Morning Fizz

A Plurality of 18 to 29 Year Olds Say It Doesn't Matter to Them

By Morning Fizz September 16, 2010

1. As a follow-up to yesterday's post about young voters, here's some national polling by Rock the Vote that was done in late August.

Here are a few bullet points:
•When asked party affiliation, young voters considered themselves Democrats (35 percent), Republicans (26 percent) and Independents (29 percent), which is down from an 18-point advantage Democrats held over Republicans in 2008.

•Young voters rate the Democratic Party more favorably (46 percent to 41 percent unfavorable) than the Republican Party (36 percent favorable versus 50 percent unfavorable), but the Democrats advantage is down from a net +40 favorability (65 percent to 25 percent) prior to the last midterms in 2006, while the Republicans favorability remains about the same as 2006.

•When asked whether they would prefer Democrats to keep control of Congress or for Republicans to take over, a plurality of 18 to 29 year olds say that it doesn't matter to them (36 percent versus 34 percent preferring Democrats and 28 percent preferring Republicans).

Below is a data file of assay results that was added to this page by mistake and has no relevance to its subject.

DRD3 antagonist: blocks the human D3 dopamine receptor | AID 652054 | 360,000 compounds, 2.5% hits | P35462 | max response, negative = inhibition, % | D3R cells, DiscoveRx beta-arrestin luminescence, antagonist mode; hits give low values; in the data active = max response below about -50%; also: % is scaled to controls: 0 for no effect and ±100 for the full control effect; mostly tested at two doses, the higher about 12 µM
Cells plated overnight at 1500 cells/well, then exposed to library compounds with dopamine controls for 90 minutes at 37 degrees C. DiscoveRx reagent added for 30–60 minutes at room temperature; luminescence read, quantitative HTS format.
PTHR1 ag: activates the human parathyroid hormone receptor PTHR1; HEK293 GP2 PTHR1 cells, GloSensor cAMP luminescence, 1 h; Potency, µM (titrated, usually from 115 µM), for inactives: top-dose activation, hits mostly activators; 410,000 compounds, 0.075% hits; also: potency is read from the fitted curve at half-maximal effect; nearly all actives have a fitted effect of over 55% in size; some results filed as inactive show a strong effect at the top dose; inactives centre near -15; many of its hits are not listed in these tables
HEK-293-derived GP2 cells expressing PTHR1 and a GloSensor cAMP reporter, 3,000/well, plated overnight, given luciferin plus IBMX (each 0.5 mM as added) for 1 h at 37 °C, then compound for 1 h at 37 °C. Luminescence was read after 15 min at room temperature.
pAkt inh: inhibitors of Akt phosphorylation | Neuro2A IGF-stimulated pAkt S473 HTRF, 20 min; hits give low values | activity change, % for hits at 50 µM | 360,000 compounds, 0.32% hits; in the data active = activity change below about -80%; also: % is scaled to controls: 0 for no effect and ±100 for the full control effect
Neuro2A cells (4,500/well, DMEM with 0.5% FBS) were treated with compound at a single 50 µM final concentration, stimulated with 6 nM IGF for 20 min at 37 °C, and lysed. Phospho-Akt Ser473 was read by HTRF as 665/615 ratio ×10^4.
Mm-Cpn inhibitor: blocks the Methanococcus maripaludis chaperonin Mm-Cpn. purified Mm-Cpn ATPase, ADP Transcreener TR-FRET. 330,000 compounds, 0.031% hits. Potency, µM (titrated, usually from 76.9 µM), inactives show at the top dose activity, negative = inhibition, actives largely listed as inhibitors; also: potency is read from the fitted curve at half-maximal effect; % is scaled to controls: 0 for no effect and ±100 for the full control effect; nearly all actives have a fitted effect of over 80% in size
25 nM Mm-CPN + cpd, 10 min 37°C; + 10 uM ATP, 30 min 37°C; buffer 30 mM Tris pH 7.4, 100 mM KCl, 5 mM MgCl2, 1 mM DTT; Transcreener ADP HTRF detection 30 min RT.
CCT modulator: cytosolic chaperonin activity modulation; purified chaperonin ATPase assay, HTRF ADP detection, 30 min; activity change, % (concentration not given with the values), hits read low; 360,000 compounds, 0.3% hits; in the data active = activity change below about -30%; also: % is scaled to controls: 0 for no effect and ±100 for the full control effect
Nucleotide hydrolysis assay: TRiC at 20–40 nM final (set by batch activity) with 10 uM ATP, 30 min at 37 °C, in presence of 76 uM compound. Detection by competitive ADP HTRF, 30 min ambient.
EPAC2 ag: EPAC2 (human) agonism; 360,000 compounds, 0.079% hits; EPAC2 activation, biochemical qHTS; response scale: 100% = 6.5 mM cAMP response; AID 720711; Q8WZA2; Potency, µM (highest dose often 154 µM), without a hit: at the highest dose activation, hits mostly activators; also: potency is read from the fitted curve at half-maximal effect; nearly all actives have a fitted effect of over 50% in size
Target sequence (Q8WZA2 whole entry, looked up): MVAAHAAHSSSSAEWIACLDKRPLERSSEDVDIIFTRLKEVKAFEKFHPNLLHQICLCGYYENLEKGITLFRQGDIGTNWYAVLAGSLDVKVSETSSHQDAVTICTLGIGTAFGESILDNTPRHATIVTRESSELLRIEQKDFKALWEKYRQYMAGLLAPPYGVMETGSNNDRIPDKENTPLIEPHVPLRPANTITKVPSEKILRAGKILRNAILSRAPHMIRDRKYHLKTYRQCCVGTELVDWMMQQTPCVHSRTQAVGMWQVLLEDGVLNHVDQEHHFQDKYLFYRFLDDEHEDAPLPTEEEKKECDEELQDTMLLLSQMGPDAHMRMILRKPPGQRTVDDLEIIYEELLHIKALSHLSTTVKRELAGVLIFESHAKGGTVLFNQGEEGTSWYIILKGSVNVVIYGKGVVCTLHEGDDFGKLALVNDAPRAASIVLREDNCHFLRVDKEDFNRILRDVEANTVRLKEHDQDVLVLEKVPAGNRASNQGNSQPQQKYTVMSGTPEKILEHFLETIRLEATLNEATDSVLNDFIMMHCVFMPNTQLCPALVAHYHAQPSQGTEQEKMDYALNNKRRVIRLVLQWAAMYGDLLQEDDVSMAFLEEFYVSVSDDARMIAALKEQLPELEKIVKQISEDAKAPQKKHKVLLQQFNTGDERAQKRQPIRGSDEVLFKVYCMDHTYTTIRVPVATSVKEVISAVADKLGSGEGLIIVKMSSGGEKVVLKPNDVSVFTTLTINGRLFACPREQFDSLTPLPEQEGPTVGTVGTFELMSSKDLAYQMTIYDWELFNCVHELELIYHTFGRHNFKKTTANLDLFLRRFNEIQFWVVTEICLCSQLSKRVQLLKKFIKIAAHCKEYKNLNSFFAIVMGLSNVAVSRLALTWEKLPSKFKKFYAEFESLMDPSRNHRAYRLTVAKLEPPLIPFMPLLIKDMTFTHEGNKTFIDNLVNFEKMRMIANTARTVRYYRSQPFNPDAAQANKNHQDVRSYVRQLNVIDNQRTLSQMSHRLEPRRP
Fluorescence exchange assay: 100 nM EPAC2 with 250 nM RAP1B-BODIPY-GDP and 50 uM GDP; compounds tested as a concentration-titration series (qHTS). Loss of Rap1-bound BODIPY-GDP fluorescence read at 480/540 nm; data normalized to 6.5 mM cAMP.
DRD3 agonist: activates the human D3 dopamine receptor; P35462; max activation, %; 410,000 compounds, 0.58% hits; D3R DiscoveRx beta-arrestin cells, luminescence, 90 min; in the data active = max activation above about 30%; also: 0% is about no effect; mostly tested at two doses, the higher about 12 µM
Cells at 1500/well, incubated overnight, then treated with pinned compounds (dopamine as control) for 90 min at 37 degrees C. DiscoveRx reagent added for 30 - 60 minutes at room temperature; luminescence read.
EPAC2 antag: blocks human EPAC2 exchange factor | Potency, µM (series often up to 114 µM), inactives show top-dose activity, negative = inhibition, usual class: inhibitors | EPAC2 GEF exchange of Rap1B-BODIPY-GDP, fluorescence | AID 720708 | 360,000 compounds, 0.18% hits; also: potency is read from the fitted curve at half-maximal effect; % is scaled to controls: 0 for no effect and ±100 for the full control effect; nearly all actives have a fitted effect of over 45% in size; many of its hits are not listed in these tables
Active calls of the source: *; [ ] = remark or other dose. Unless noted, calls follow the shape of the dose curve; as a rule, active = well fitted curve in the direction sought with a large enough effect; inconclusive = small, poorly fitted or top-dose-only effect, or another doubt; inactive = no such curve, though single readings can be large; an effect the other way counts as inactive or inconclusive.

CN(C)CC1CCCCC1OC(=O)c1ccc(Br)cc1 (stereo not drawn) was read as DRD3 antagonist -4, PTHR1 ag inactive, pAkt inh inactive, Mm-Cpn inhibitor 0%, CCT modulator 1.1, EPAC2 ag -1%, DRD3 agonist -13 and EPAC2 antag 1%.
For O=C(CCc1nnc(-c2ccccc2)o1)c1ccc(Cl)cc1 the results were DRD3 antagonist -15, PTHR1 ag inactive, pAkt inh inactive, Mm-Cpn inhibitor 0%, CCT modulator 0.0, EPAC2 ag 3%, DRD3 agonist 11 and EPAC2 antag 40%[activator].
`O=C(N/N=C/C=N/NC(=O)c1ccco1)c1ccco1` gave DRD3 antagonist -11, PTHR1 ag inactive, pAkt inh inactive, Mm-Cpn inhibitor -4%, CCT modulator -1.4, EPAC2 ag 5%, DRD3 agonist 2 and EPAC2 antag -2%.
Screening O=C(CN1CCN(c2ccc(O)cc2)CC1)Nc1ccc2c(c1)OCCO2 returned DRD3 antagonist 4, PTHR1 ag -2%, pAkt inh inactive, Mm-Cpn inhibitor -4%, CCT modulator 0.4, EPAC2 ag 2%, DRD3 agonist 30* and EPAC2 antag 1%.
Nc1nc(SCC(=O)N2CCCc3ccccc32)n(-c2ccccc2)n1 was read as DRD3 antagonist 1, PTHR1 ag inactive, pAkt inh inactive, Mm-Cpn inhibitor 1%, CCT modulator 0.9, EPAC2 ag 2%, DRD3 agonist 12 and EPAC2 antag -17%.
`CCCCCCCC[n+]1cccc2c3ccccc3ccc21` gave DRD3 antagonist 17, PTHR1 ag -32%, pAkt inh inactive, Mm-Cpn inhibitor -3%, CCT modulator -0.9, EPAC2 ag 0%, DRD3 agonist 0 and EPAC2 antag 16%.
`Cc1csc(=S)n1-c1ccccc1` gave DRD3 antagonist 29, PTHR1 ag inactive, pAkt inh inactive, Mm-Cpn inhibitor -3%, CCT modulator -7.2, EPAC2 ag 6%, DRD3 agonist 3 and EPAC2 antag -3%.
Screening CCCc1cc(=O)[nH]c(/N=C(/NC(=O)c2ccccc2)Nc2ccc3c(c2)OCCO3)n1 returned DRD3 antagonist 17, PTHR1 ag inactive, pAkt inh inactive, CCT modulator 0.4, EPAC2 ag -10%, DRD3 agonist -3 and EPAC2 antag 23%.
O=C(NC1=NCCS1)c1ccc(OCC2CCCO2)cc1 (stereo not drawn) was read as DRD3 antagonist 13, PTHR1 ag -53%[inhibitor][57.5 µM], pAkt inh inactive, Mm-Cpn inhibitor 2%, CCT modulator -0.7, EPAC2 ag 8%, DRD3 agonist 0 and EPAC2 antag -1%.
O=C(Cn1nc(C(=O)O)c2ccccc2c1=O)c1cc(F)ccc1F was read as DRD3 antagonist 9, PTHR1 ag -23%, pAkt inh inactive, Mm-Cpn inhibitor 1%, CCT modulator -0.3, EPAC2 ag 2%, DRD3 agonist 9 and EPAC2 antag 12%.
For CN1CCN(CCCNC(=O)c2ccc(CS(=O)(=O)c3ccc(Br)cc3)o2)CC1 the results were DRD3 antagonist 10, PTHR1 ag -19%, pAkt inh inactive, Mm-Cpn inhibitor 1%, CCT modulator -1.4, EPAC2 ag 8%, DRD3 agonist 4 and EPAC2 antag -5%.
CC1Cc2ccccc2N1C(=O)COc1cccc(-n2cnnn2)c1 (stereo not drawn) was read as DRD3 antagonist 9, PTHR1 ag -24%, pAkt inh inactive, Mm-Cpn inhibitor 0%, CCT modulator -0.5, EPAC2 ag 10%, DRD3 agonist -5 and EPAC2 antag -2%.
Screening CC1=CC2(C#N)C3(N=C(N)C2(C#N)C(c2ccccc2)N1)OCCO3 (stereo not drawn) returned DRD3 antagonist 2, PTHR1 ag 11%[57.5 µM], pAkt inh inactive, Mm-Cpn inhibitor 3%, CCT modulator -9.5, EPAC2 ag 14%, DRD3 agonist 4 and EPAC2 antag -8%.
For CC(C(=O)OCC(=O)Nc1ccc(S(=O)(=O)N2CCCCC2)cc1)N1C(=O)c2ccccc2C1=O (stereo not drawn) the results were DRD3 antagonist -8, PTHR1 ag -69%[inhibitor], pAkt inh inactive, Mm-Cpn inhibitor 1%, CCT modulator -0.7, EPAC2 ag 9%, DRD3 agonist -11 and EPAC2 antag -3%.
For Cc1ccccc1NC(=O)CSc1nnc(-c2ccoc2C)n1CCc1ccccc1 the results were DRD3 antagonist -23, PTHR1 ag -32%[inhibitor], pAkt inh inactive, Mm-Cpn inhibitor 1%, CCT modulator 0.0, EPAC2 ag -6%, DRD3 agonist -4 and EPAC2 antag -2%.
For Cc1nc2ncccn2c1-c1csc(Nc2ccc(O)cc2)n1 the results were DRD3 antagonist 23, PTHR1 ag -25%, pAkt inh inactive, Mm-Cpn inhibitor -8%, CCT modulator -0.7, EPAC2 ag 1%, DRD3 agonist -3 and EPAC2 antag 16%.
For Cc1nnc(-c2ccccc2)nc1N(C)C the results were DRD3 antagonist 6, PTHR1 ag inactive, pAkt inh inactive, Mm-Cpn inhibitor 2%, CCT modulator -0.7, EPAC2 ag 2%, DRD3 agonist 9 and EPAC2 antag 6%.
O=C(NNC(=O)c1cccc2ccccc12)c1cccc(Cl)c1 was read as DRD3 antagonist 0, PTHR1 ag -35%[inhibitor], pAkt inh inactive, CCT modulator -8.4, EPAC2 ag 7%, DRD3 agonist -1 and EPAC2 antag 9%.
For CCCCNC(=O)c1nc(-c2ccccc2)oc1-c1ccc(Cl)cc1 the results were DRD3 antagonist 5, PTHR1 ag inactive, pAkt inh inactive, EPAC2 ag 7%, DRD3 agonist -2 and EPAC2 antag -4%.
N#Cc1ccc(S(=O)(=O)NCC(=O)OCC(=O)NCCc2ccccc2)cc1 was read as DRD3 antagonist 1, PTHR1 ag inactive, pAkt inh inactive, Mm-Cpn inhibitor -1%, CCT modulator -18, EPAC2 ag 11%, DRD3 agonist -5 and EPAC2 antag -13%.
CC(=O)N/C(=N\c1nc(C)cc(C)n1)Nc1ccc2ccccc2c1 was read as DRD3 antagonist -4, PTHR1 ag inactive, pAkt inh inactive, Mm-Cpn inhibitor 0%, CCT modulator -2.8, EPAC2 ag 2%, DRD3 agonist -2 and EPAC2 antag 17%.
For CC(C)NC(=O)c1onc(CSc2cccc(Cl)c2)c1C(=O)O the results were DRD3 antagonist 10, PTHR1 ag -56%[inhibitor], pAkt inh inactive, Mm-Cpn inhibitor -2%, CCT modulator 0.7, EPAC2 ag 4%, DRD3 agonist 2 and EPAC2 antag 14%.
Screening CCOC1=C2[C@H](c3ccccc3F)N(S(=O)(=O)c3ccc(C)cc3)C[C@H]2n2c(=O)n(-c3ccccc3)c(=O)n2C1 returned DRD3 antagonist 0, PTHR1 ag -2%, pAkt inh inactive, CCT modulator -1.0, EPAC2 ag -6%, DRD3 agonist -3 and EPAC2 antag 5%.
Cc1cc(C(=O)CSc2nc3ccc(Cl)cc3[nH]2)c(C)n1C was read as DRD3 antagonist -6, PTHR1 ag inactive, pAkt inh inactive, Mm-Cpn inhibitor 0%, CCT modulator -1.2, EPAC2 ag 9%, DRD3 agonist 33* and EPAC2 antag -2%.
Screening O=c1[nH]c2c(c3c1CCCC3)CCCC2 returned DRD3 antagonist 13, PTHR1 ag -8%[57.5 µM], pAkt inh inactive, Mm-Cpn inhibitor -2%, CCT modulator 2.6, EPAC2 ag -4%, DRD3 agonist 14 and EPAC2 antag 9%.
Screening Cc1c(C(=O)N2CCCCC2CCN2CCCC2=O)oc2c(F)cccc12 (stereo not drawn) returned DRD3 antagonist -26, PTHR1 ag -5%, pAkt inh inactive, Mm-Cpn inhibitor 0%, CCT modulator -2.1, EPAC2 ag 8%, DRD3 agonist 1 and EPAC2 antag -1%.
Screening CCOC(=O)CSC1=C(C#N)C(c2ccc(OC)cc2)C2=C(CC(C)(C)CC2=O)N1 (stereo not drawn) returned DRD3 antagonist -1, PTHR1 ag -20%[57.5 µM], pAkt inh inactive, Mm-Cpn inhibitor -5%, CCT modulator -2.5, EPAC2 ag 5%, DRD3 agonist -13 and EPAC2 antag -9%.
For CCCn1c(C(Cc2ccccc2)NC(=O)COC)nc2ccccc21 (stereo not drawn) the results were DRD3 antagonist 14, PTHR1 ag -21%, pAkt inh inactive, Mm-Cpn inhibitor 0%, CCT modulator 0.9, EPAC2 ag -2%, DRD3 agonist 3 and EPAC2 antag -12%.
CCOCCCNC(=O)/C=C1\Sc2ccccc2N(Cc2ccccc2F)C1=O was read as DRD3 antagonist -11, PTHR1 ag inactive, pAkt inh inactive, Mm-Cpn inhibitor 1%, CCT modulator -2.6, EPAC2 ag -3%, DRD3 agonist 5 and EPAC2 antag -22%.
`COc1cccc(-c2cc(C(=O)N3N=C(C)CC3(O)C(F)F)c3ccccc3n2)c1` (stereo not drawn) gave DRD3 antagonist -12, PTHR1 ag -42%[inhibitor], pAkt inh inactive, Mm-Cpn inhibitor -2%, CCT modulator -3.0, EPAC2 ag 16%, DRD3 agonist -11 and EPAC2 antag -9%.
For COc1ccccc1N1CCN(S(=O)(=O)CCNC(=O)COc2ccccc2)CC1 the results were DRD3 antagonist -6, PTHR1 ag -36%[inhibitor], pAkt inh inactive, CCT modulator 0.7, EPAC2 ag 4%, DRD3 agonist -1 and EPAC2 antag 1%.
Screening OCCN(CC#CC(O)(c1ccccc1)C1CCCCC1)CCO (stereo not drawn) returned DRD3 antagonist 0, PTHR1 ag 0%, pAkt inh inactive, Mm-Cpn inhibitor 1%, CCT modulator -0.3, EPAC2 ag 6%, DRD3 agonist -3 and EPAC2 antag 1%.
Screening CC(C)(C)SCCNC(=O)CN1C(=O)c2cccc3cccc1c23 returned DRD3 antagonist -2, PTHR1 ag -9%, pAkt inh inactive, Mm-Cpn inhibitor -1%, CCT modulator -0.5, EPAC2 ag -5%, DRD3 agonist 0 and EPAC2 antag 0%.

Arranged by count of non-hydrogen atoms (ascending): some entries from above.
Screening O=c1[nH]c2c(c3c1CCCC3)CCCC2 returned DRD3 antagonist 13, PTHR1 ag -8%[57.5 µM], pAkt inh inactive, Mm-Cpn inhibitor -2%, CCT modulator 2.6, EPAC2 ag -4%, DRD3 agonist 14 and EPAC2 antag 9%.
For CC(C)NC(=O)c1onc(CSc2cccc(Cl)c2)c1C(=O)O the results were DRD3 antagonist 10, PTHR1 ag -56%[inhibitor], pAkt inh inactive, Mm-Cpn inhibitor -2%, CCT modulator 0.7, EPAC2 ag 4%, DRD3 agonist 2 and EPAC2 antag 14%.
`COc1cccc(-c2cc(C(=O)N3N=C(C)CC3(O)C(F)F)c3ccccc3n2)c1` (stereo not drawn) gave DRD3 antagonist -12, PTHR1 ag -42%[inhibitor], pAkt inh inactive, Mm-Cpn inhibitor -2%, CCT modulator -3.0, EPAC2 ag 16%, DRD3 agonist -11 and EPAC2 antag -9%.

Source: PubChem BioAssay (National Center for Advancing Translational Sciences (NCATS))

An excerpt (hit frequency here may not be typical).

2. We noted this yesterday, but it's worth repeating: Washington State Attorney General Rob McKenna is taking on the anti-gay rights group, Family PAC and its attorney James Bopp, one more time.

Yesterday, a federal judge in Tacoma agreed with Family PAC that state limits on last-minute contributions to initiative campaigns—like Family PAC's R-71 effort to repeal domestic partnership rights—was unconstitutional.

McKenna is appealing and will seek an immediate stay on the ruling. McKenna already beat Bopp in the U.S. Supreme Court earlier this year over the issue of making petition signatures public. Bopp and the anti-gay rights activists said no, McKenna said yes.  SCOTUS agreed with McKenna.

3. The state revenue forecast is coming today. Gov. Chris Gregoire has warned that she may have to make across the board cuts higher than 7 percent—nearly $600 million in cuts.

Meanwhile, four of this year's ballot initiatives—one to privatize workers' compensation, two to privatize liquor, and one to repeal taxes on soda, candy, and bottled waters—would cost the state $1.2 billion.
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